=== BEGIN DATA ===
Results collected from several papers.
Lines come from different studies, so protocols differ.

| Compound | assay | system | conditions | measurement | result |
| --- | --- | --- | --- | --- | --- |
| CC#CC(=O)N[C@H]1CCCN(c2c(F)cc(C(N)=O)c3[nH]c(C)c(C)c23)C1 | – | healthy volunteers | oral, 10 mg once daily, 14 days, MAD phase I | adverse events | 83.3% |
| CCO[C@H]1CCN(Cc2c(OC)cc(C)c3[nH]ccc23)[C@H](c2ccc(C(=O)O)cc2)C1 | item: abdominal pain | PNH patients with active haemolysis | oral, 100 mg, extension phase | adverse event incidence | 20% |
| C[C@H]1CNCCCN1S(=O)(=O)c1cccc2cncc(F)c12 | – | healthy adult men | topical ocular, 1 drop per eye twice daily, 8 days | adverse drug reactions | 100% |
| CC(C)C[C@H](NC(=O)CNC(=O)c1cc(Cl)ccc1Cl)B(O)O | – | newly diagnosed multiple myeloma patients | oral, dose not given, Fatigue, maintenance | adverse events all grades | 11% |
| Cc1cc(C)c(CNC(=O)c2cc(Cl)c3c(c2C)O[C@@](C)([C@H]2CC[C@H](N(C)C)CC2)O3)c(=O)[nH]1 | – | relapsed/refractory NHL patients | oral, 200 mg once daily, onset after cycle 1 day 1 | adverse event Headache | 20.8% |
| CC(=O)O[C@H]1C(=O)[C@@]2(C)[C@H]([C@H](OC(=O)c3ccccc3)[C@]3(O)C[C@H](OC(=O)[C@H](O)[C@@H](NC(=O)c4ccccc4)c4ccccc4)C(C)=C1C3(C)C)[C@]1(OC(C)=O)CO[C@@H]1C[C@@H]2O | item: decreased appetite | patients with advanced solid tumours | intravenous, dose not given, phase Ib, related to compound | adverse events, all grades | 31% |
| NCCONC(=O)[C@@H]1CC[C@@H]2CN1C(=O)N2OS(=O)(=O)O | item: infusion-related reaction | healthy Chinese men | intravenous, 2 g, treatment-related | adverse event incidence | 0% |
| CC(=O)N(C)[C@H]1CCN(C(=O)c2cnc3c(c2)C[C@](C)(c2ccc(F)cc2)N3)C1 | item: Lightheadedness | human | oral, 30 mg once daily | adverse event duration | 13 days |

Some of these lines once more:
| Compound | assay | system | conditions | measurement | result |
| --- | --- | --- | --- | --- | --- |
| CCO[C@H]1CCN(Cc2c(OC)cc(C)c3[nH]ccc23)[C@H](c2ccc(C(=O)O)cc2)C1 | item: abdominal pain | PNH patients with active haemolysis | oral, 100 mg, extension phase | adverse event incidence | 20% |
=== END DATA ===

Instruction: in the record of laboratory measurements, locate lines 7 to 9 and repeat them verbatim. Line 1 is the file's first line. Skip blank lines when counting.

| C[C@H]1CNCCCN1S(=O)(=O)c1cccc2cncc(F)c12 | – | healthy adult men | topical ocular, 1 drop per eye twice daily, 8 days | adverse drug reactions | 100% |
| CC(C)C[C@H](NC(=O)CNC(=O)c1cc(Cl)ccc1Cl)B(O)O | – | newly diagnosed multiple myeloma patients | oral, dose not given, Fatigue, maintenance | adverse events all grades | 11% |
| Cc1cc(C)c(CNC(=O)c2cc(Cl)c3c(c2C)O[C@@](C)([C@H]2CC[C@H](N(C)C)CC2)O3)c(=O)[nH]1 | – | relapsed/refractory NHL patients | oral, 200 mg once daily, onset after cycle 1 day 1 | adverse event Headache | 20.8% |